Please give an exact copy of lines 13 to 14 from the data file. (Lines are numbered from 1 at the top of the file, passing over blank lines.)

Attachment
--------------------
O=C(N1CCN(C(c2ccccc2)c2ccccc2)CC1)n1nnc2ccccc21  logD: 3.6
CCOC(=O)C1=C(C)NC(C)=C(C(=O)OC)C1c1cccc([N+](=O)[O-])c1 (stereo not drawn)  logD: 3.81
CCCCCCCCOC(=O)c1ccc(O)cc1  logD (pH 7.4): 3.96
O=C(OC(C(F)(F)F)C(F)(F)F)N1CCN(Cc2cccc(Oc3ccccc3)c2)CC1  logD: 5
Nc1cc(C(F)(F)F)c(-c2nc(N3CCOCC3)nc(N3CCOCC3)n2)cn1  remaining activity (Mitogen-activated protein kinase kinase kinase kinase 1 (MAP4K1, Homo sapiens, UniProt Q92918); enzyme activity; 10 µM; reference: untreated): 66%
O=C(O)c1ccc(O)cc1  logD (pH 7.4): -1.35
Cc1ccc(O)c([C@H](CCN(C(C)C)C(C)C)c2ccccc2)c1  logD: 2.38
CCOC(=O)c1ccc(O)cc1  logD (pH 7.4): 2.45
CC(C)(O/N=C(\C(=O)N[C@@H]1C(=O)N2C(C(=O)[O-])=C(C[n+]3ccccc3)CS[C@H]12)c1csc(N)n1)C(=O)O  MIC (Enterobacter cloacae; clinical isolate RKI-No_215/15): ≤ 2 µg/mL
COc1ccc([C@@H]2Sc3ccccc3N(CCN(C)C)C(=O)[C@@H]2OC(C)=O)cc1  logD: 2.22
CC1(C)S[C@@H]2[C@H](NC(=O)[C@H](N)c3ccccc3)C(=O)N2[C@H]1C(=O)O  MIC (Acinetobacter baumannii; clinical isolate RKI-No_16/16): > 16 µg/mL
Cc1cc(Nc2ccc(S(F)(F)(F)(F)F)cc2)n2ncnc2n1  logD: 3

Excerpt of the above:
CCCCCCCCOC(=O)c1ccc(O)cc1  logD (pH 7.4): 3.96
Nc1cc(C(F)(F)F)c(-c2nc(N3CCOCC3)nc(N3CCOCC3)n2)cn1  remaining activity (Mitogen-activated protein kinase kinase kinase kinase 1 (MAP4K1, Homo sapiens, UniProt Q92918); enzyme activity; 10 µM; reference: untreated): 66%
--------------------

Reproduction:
Excerpt of the above:
CCCCCCCCOC(=O)c1ccc(O)cc1  logD (pH 7.4): 3.96